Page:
The Arc of Blair County:
The Arc of Blair County is offering virtual programs. Each week they offer a different program. All are welcome to participate. You just need a phone, tablet or computer. Call The Arc of Blair County at 814-946-1011 and they will set you up.
Effective immediately, Southern will offer hospitals, doctors’ offices, and public service agencies free counter-to-counter shipping of medical and cleaning supplies between our hub cities and rural communities.
Productivity Down? What about Security? The UDNI Team is here to help!
New Pig has critical supplies in stock and available to ship same day in response to COVID-19 and facility need.
To view New Pig's entire line of products specifically selected to aid those on the front lines of the pandemic across all industries, please visit newpig.com or call 1-800-HOT-HOGS.
McCartney's is now offering Home Delivery!
We're now introducing HOME DELIVERY of supplies, furniture, and machines/copiers to help you support your staff working from home!
We want to continue to help our customers keep working and support our local economy throughout this crisis.
A message from PSECU: Financial Hardship Relief
If you’re facing a financial hardship, please contact us at 800.237.7328 to speak with a member service representative about payment options that may be available to you, which may include:
• Skip-a-Pay, available for most auto and personal loans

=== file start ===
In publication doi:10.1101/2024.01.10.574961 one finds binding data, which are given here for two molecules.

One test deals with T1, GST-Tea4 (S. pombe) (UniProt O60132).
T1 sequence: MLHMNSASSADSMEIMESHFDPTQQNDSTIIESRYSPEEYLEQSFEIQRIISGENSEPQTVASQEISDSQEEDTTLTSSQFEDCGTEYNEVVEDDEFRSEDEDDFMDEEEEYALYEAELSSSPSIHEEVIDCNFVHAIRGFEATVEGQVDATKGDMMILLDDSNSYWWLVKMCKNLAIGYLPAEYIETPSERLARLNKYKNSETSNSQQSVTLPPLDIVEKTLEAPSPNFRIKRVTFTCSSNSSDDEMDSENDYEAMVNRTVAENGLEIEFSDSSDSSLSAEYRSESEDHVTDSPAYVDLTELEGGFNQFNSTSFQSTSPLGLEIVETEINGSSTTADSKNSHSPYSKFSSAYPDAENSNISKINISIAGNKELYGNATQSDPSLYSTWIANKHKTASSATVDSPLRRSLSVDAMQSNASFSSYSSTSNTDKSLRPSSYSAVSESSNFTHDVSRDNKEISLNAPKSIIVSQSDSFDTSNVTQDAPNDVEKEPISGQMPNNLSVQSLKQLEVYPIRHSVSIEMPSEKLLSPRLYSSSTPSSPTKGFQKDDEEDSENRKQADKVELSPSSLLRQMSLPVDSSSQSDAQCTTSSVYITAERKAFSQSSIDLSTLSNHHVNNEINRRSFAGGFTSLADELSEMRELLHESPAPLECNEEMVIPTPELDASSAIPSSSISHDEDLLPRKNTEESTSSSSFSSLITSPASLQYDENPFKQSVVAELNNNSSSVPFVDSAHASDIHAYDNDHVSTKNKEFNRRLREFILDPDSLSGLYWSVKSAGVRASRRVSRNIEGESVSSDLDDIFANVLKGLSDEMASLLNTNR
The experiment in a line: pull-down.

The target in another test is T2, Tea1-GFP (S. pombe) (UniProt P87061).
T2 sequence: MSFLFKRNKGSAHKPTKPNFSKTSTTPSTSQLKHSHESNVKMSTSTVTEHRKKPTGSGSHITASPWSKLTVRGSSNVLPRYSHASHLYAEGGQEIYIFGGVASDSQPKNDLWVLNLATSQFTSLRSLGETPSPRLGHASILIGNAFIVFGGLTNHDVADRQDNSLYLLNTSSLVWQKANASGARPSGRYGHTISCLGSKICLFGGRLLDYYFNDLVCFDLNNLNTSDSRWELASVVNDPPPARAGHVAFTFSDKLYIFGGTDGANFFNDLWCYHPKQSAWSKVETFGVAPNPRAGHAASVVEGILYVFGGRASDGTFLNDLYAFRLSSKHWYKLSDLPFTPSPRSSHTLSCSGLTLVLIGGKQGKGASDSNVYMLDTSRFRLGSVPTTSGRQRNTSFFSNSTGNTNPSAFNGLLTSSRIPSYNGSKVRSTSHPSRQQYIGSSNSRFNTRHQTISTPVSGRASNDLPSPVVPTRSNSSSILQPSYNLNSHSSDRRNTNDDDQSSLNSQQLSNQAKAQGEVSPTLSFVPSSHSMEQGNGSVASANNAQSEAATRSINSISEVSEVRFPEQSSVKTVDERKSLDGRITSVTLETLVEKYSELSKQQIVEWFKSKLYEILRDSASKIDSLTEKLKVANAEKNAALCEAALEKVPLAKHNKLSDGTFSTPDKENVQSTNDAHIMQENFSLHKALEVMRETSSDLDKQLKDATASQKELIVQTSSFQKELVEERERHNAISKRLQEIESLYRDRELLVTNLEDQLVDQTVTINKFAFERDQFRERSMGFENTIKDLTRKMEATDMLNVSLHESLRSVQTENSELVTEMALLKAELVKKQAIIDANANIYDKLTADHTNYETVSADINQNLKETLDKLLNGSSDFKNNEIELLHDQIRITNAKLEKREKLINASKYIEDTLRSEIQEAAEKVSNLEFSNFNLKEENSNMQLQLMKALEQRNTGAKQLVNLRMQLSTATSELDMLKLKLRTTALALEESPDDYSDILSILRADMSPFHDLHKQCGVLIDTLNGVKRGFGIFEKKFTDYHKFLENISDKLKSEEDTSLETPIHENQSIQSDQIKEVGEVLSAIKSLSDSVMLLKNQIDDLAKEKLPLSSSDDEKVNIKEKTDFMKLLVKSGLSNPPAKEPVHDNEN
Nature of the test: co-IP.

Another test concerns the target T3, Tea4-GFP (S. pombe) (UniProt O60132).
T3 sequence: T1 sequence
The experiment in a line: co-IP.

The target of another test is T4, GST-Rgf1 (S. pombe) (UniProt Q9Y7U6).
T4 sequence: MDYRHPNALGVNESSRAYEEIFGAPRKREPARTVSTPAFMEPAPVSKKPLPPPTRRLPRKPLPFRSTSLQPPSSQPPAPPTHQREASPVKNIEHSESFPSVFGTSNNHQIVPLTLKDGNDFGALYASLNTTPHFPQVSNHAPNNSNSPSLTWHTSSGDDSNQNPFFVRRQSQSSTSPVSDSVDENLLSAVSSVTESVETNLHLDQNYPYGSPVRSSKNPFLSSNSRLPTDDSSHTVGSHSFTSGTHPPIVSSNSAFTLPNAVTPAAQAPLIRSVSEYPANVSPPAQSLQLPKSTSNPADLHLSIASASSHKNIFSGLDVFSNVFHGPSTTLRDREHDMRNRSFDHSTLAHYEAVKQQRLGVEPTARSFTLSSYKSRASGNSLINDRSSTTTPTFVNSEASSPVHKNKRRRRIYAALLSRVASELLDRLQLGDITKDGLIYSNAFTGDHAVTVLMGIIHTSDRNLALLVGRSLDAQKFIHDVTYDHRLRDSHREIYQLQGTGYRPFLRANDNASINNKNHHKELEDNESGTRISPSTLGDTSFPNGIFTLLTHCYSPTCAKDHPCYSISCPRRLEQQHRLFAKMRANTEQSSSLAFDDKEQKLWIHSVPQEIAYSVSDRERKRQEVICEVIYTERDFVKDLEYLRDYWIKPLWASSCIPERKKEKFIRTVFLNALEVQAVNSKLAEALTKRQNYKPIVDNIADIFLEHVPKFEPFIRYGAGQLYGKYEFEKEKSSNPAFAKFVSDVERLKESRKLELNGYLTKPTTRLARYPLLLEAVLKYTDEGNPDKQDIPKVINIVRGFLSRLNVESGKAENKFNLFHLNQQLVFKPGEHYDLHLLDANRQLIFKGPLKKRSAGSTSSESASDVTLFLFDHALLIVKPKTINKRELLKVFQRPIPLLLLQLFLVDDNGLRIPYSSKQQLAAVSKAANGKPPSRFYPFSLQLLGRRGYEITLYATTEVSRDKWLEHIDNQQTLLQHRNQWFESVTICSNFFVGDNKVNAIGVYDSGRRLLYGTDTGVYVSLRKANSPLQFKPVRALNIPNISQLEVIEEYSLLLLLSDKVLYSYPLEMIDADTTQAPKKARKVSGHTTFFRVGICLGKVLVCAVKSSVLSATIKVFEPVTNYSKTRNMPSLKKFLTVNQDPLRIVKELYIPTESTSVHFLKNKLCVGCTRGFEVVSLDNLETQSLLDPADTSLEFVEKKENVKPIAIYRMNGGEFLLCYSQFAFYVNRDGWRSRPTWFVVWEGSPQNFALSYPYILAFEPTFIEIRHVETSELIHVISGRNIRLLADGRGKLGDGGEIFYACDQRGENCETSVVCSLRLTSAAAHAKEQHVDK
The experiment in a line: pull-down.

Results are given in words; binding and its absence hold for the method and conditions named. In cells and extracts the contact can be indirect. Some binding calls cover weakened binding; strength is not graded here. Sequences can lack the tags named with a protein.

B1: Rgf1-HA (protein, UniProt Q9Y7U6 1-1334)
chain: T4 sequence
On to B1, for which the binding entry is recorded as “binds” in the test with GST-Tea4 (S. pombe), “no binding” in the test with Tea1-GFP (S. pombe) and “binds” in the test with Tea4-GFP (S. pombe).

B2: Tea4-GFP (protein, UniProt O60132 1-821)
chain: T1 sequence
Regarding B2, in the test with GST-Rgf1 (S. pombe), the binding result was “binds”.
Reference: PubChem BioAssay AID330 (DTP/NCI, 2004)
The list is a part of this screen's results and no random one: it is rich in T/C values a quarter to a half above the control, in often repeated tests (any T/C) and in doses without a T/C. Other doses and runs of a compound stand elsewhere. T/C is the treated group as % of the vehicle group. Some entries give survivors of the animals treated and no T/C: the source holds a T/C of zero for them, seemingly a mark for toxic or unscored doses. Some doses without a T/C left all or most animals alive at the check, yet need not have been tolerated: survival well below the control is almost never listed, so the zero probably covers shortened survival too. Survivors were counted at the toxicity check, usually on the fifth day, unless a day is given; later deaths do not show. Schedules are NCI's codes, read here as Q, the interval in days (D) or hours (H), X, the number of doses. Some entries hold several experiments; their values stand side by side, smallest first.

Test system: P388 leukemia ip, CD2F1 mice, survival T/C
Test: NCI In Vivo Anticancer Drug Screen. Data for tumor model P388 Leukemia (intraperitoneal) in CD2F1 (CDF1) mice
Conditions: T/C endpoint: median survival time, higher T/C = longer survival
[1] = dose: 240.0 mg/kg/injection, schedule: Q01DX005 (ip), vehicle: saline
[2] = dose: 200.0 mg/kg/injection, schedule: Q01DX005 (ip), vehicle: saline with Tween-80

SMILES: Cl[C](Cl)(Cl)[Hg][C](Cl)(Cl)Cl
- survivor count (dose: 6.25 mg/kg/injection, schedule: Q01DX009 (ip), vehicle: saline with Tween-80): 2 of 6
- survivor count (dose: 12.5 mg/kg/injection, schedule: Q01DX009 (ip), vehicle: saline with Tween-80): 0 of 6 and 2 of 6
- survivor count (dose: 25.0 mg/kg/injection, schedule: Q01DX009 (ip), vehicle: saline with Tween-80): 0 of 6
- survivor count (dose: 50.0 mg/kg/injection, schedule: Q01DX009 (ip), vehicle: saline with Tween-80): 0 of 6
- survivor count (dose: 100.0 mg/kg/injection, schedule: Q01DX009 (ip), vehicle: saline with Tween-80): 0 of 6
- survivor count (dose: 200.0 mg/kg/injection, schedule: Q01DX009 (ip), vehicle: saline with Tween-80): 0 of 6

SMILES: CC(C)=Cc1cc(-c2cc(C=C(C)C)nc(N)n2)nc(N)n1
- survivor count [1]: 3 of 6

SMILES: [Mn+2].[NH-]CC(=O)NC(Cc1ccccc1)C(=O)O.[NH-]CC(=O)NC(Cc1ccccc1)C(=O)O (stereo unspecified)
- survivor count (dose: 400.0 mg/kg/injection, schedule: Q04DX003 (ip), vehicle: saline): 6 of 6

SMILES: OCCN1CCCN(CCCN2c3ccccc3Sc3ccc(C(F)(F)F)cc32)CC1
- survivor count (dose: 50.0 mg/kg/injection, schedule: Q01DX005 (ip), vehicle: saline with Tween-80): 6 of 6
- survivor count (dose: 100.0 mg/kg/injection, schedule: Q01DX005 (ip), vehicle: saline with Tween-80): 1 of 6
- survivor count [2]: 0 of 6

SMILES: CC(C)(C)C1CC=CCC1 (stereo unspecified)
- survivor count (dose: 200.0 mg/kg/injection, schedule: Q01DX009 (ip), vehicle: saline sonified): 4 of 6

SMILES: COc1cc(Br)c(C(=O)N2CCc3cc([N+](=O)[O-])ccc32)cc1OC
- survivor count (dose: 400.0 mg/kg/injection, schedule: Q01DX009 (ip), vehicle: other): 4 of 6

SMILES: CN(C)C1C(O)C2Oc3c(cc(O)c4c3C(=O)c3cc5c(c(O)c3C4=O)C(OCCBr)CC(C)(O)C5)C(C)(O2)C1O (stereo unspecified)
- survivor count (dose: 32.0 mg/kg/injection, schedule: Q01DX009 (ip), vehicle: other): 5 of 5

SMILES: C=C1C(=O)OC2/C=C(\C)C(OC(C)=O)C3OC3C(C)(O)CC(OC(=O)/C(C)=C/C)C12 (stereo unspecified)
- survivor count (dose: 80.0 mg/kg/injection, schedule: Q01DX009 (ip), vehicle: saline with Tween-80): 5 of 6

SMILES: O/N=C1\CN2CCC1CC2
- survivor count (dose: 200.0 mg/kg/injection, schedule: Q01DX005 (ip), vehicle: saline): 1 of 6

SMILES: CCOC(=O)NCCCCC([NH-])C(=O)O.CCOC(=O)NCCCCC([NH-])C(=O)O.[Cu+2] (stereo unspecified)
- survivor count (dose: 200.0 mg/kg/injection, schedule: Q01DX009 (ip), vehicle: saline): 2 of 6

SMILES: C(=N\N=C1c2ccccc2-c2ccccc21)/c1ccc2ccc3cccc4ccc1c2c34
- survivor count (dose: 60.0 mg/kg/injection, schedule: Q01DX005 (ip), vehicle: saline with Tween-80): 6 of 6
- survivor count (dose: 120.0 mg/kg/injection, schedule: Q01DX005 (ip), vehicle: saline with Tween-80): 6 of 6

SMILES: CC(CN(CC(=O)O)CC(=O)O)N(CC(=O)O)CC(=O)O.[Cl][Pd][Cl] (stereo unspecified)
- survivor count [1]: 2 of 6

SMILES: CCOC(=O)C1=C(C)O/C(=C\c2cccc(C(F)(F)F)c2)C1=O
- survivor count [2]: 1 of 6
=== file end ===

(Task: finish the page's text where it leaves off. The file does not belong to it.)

• Deferred payments
• Loan term extensions to lower monthly payments
Debbie Eckenrode - Farmers Insurance
We're extending coverage, for no additional charge, to customers with Farmers- branded auto and motorcycle policies who have started making supply deliveries using their personal vehicles through April 30, 2020. This will happen automatically customers do not need to take any action to make this effective on their policy. Customers with questions can call 888-327-6335.
United Way Emergency Relief Fundraiser
Have you experienced income loss due to the COVID-19 pandemic?
The United Way of Blair County COVID-19 Relief Fund was established to provide assistance to Blair County individuals and families who are experiencing income loss as a direct result of the COVID-19 pandemic. Relief funds are now available and will be distributed weekly in the form of food vouchers to local participating grocers. Please apply for funds on our website.